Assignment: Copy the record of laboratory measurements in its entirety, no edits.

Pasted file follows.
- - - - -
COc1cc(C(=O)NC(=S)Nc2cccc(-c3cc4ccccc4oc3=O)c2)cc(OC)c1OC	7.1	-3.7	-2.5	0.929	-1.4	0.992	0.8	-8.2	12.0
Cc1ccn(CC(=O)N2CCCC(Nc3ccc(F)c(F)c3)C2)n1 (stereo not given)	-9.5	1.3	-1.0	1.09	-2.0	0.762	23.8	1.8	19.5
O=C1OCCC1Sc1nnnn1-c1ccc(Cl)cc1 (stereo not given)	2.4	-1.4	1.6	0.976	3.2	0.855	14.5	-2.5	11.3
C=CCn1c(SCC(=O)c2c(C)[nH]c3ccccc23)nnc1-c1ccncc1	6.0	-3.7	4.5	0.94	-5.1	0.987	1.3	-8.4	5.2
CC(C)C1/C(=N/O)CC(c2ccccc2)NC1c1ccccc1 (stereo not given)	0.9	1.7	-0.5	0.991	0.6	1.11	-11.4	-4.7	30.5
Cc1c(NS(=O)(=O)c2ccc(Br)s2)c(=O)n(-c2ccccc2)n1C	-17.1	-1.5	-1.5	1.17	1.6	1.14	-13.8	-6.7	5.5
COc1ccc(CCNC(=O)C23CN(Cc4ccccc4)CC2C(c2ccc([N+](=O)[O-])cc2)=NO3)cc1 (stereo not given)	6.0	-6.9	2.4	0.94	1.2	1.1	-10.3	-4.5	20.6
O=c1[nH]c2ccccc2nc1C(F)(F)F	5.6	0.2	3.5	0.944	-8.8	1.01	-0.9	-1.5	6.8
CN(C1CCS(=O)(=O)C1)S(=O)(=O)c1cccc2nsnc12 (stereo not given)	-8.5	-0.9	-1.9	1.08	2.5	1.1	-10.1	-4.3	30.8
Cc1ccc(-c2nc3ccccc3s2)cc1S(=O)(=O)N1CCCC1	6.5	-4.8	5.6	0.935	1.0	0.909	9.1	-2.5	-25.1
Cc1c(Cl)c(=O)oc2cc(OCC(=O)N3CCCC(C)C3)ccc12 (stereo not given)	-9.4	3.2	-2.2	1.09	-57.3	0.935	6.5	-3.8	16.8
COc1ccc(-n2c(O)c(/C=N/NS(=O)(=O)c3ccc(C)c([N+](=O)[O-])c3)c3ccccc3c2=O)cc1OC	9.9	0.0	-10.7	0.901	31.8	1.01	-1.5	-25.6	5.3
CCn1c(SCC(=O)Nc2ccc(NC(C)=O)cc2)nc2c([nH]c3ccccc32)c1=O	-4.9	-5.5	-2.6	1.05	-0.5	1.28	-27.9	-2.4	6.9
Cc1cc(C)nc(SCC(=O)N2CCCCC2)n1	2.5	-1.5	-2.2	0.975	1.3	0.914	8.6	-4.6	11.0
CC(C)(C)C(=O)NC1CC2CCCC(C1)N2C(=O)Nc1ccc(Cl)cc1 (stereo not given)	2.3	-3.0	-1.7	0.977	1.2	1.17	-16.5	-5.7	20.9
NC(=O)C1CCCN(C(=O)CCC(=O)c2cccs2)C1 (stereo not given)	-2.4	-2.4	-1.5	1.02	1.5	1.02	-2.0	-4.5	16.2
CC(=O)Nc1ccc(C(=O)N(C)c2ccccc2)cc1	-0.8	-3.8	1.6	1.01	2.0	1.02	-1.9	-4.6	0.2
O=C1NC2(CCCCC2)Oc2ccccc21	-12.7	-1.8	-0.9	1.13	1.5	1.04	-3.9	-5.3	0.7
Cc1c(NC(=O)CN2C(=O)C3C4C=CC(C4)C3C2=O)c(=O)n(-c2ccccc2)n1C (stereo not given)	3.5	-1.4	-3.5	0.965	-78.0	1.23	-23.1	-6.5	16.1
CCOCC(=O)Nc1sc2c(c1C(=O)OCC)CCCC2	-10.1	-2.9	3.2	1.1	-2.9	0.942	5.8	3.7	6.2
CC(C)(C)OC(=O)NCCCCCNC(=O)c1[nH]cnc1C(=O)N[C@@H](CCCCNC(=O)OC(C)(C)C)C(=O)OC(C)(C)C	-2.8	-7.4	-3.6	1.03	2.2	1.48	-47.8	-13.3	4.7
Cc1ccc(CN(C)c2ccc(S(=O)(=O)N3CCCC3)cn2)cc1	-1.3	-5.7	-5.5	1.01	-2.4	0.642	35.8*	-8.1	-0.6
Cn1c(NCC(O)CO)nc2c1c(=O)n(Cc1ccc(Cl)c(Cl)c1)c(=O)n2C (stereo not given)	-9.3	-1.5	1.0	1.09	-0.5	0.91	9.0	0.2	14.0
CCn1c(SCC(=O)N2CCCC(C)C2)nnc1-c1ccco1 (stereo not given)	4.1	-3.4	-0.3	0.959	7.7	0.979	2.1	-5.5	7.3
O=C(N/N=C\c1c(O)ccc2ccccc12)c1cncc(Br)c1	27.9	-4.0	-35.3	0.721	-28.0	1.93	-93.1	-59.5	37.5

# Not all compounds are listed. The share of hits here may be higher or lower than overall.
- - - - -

COc1cc(C(=O)NC(=S)Nc2cccc(-c3cc4ccccc4oc3=O)c2)cc(OC)c1OC	7.1	-3.7	-2.5	0.929	-1.4	0.992	0.8	-8.2	12.0
Cc1ccn(CC(=O)N2CCCC(Nc3ccc(F)c(F)c3)C2)n1 (stereo not given)	-9.5	1.3	-1.0	1.09	-2.0	0.762	23.8	1.8	19.5
O=C1OCCC1Sc1nnnn1-c1ccc(Cl)cc1 (stereo not given)	2.4	-1.4	1.6	0.976	3.2	0.855	14.5	-2.5	11.3
C=CCn1c(SCC(=O)c2c(C)[nH]c3ccccc23)nnc1-c1ccncc1	6.0	-3.7	4.5	0.94	-5.1	0.987	1.3	-8.4	5.2
CC(C)C1/C(=N/O)CC(c2ccccc2)NC1c1ccccc1 (stereo not given)	0.9	1.7	-0.5	0.991	0.6	1.11	-11.4	-4.7	30.5
Cc1c(NS(=O)(=O)c2ccc(Br)s2)c(=O)n(-c2ccccc2)n1C	-17.1	-1.5	-1.5	1.17	1.6	1.14	-13.8	-6.7	5.5
COc1ccc(CCNC(=O)C23CN(Cc4ccccc4)CC2C(c2ccc([N+](=O)[O-])cc2)=NO3)cc1 (stereo not given)	6.0	-6.9	2.4	0.94	1.2	1.1	-10.3	-4.5	20.6
O=c1[nH]c2ccccc2nc1C(F)(F)F	5.6	0.2	3.5	0.944	-8.8	1.01	-0.9	-1.5	6.8
CN(C1CCS(=O)(=O)C1)S(=O)(=O)c1cccc2nsnc12 (stereo not given)	-8.5	-0.9	-1.9	1.08	2.5	1.1	-10.1	-4.3	30.8
Cc1ccc(-c2nc3ccccc3s2)cc1S(=O)(=O)N1CCCC1	6.5	-4.8	5.6	0.935	1.0	0.909	9.1	-2.5	-25.1
Cc1c(Cl)c(=O)oc2cc(OCC(=O)N3CCCC(C)C3)ccc12 (stereo not given)	-9.4	3.2	-2.2	1.09	-57.3	0.935	6.5	-3.8	16.8
COc1ccc(-n2c(O)c(/C=N/NS(=O)(=O)c3ccc(C)c([N+](=O)[O-])c3)c3ccccc3c2=O)cc1OC	9.9	0.0	-10.7	0.901	31.8	1.01	-1.5	-25.6	5.3
CCn1c(SCC(=O)Nc2ccc(NC(C)=O)cc2)nc2c([nH]c3ccccc32)c1=O	-4.9	-5.5	-2.6	1.05	-0.5	1.28	-27.9	-2.4	6.9
Cc1cc(C)nc(SCC(=O)N2CCCCC2)n1	2.5	-1.5	-2.2	0.975	1.3	0.914	8.6	-4.6	11.0
CC(C)(C)C(=O)NC1CC2CCCC(C1)N2C(=O)Nc1ccc(Cl)cc1 (stereo not given)	2.3	-3.0	-1.7	0.977	1.2	1.17	-16.5	-5.7	20.9
NC(=O)C1CCCN(C(=O)CCC(=O)c2cccs2)C1 (stereo not given)	-2.4	-2.4	-1.5	1.02	1.5	1.02	-2.0	-4.5	16.2
CC(=O)Nc1ccc(C(=O)N(C)c2ccccc2)cc1	-0.8	-3.8	1.6	1.01	2.0	1.02	-1.9	-4.6	0.2
O=C1NC2(CCCCC2)Oc2ccccc21	-12.7	-1.8	-0.9	1.13	1.5	1.04	-3.9	-5.3	0.7
Cc1c(NC(=O)CN2C(=O)C3C4C=CC(C4)C3C2=O)c(=O)n(-c2ccccc2)n1C (stereo not given)	3.5	-1.4	-3.5	0.965	-78.0	1.23	-23.1	-6.5	16.1
CCOCC(=O)Nc1sc2c(c1C(=O)OCC)CCCC2	-10.1	-2.9	3.2	1.1	-2.9	0.942	5.8	3.7	6.2
CC(C)(C)OC(=O)NCCCCCNC(=O)c1[nH]cnc1C(=O)N[C@@H](CCCCNC(=O)OC(C)(C)C)C(=O)OC(C)(C)C	-2.8	-7.4	-3.6	1.03	2.2	1.48	-47.8	-13.3	4.7
Cc1ccc(CN(C)c2ccc(S(=O)(=O)N3CCCC3)cn2)cc1	-1.3	-5.7	-5.5	1.01	-2.4	0.642	35.8*	-8.1	-0.6
Cn1c(NCC(O)CO)nc2c1c(=O)n(Cc1ccc(Cl)c(Cl)c1)c(=O)n2C (stereo not given)	-9.3	-1.5	1.0	1.09	-0.5	0.91	9.0	0.2	14.0
CCn1c(SCC(=O)N2CCCC(C)C2)nnc1-c1ccco1 (stereo not given)	4.1	-3.4	-0.3	0.959	7.7	0.979	2.1	-5.5	7.3
O=C(N/N=C\c1c(O)ccc2ccccc12)c1cncc(Br)c1	27.9	-4.0	-35.3	0.721	-28.0	1.93	-93.1	-59.5	37.5

# Not all compounds are listed. The share of hits here may be higher or lower than overall.